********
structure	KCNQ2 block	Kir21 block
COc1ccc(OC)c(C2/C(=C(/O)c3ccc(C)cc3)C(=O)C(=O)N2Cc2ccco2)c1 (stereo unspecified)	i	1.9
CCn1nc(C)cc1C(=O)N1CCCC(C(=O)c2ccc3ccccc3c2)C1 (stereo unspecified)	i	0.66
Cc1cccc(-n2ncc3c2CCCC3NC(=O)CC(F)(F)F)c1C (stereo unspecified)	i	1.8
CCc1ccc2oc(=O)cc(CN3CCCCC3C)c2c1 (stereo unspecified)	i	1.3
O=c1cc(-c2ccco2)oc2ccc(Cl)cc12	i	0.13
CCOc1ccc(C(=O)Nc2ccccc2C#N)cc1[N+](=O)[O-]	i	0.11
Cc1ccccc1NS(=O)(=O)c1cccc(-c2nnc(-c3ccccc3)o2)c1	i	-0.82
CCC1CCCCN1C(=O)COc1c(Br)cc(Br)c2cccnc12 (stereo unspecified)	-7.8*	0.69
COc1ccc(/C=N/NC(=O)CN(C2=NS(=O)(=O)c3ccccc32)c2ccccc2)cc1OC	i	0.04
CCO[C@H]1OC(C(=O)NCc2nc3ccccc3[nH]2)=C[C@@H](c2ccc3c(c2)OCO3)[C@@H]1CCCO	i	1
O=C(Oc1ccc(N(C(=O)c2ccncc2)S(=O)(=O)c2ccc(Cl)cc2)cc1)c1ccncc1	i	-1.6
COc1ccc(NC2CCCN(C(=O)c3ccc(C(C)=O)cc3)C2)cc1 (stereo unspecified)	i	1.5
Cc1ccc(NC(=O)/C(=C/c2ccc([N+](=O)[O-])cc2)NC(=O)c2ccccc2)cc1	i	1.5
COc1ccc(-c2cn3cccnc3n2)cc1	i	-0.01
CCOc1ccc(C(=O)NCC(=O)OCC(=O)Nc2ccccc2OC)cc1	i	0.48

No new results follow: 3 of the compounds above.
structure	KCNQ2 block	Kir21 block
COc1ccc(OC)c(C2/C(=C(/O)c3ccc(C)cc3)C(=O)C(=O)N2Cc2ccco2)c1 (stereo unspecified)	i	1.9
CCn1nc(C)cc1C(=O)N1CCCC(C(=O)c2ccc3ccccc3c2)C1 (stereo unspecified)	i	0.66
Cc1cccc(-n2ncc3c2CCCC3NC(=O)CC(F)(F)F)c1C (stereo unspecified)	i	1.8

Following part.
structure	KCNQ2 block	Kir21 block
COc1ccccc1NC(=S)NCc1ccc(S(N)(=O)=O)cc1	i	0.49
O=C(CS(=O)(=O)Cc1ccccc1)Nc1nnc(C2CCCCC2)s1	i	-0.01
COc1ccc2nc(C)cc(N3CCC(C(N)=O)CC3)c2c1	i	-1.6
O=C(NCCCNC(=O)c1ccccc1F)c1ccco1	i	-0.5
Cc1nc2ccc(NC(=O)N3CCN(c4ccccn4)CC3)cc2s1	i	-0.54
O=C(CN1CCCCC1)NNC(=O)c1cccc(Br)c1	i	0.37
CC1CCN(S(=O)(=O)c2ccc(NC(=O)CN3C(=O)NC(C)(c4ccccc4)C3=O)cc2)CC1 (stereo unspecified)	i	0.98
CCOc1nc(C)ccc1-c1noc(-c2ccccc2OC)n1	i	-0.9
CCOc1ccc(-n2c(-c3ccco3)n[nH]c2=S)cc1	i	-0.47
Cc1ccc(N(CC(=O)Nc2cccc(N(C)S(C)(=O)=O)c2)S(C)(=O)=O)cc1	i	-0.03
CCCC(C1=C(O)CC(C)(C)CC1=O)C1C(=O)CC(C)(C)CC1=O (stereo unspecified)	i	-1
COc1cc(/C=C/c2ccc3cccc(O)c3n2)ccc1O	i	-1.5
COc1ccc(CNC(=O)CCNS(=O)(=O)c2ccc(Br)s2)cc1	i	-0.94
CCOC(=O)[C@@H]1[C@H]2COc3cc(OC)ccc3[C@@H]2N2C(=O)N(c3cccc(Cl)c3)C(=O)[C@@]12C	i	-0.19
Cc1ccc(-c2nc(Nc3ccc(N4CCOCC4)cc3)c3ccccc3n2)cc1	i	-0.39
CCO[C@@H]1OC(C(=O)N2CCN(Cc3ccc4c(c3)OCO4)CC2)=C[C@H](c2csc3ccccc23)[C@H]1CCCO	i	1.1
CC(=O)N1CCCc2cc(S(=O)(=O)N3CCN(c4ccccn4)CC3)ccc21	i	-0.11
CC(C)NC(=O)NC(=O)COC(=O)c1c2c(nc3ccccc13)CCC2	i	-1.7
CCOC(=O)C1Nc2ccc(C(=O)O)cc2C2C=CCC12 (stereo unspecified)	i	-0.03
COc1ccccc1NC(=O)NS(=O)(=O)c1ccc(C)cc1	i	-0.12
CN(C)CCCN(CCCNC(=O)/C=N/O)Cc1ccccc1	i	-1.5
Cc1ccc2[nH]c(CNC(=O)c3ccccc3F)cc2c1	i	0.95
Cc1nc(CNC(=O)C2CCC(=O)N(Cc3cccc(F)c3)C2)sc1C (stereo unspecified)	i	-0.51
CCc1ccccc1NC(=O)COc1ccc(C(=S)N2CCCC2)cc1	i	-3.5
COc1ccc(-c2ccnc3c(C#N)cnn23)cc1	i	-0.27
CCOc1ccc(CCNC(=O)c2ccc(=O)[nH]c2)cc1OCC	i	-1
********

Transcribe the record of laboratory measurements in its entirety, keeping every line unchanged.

structure	KCNQ2 block	Kir21 block
COc1ccc(OC)c(C2/C(=C(/O)c3ccc(C)cc3)C(=O)C(=O)N2Cc2ccco2)c1 (stereo unspecified)	i	1.9
CCn1nc(C)cc1C(=O)N1CCCC(C(=O)c2ccc3ccccc3c2)C1 (stereo unspecified)	i	0.66
Cc1cccc(-n2ncc3c2CCCC3NC(=O)CC(F)(F)F)c1C (stereo unspecified)	i	1.8
CCc1ccc2oc(=O)cc(CN3CCCCC3C)c2c1 (stereo unspecified)	i	1.3
O=c1cc(-c2ccco2)oc2ccc(Cl)cc12	i	0.13
CCOc1ccc(C(=O)Nc2ccccc2C#N)cc1[N+](=O)[O-]	i	0.11
Cc1ccccc1NS(=O)(=O)c1cccc(-c2nnc(-c3ccccc3)o2)c1	i	-0.82
CCC1CCCCN1C(=O)COc1c(Br)cc(Br)c2cccnc12 (stereo unspecified)	-7.8*	0.69
COc1ccc(/C=N/NC(=O)CN(C2=NS(=O)(=O)c3ccccc32)c2ccccc2)cc1OC	i	0.04
CCO[C@H]1OC(C(=O)NCc2nc3ccccc3[nH]2)=C[C@@H](c2ccc3c(c2)OCO3)[C@@H]1CCCO	i	1
O=C(Oc1ccc(N(C(=O)c2ccncc2)S(=O)(=O)c2ccc(Cl)cc2)cc1)c1ccncc1	i	-1.6
COc1ccc(NC2CCCN(C(=O)c3ccc(C(C)=O)cc3)C2)cc1 (stereo unspecified)	i	1.5
Cc1ccc(NC(=O)/C(=C/c2ccc([N+](=O)[O-])cc2)NC(=O)c2ccccc2)cc1	i	1.5
COc1ccc(-c2cn3cccnc3n2)cc1	i	-0.01
CCOc1ccc(C(=O)NCC(=O)OCC(=O)Nc2ccccc2OC)cc1	i	0.48

No new results follow: 3 of the compounds above.
structure	KCNQ2 block	Kir21 block
COc1ccc(OC)c(C2/C(=C(/O)c3ccc(C)cc3)C(=O)C(=O)N2Cc2ccco2)c1 (stereo unspecified)	i	1.9
CCn1nc(C)cc1C(=O)N1CCCC(C(=O)c2ccc3ccccc3c2)C1 (stereo unspecified)	i	0.66
Cc1cccc(-n2ncc3c2CCCC3NC(=O)CC(F)(F)F)c1C (stereo unspecified)	i	1.8

Following part.
structure	KCNQ2 block	Kir21 block
COc1ccccc1NC(=S)NCc1ccc(S(N)(=O)=O)cc1	i	0.49
O=C(CS(=O)(=O)Cc1ccccc1)Nc1nnc(C2CCCCC2)s1	i	-0.01
COc1ccc2nc(C)cc(N3CCC(C(N)=O)CC3)c2c1	i	-1.6
O=C(NCCCNC(=O)c1ccccc1F)c1ccco1	i	-0.5
Cc1nc2ccc(NC(=O)N3CCN(c4ccccn4)CC3)cc2s1	i	-0.54
O=C(CN1CCCCC1)NNC(=O)c1cccc(Br)c1	i	0.37
CC1CCN(S(=O)(=O)c2ccc(NC(=O)CN3C(=O)NC(C)(c4ccccc4)C3=O)cc2)CC1 (stereo unspecified)	i	0.98
CCOc1nc(C)ccc1-c1noc(-c2ccccc2OC)n1	i	-0.9
CCOc1ccc(-n2c(-c3ccco3)n[nH]c2=S)cc1	i	-0.47
Cc1ccc(N(CC(=O)Nc2cccc(N(C)S(C)(=O)=O)c2)S(C)(=O)=O)cc1	i	-0.03
CCCC(C1=C(O)CC(C)(C)CC1=O)C1C(=O)CC(C)(C)CC1=O (stereo unspecified)	i	-1
COc1cc(/C=C/c2ccc3cccc(O)c3n2)ccc1O	i	-1.5
COc1ccc(CNC(=O)CCNS(=O)(=O)c2ccc(Br)s2)cc1	i	-0.94
CCOC(=O)[C@@H]1[C@H]2COc3cc(OC)ccc3[C@@H]2N2C(=O)N(c3cccc(Cl)c3)C(=O)[C@@]12C	i	-0.19
Cc1ccc(-c2nc(Nc3ccc(N4CCOCC4)cc3)c3ccccc3n2)cc1	i	-0.39
CCO[C@@H]1OC(C(=O)N2CCN(Cc3ccc4c(c3)OCO4)CC2)=C[C@H](c2csc3ccccc23)[C@H]1CCCO	i	1.1
CC(=O)N1CCCc2cc(S(=O)(=O)N3CCN(c4ccccn4)CC3)ccc21	i	-0.11
CC(C)NC(=O)NC(=O)COC(=O)c1c2c(nc3ccccc13)CCC2	i	-1.7
CCOC(=O)C1Nc2ccc(C(=O)O)cc2C2C=CCC12 (stereo unspecified)	i	-0.03
COc1ccccc1NC(=O)NS(=O)(=O)c1ccc(C)cc1	i	-0.12
CN(C)CCCN(CCCNC(=O)/C=N/O)Cc1ccccc1	i	-1.5
Cc1ccc2[nH]c(CNC(=O)c3ccccc3F)cc2c1	i	0.95
Cc1nc(CNC(=O)C2CCC(=O)N(Cc3cccc(F)c3)C2)sc1C (stereo unspecified)	i	-0.51
CCc1ccccc1NC(=O)COc1ccc(C(=S)N2CCCC2)cc1	i	-3.5
COc1ccc(-c2ccnc3c(C#N)cnn23)cc1	i	-0.27
CCOc1ccc(CCNC(=O)c2ccc(=O)[nH]c2)cc1OCC	i	-1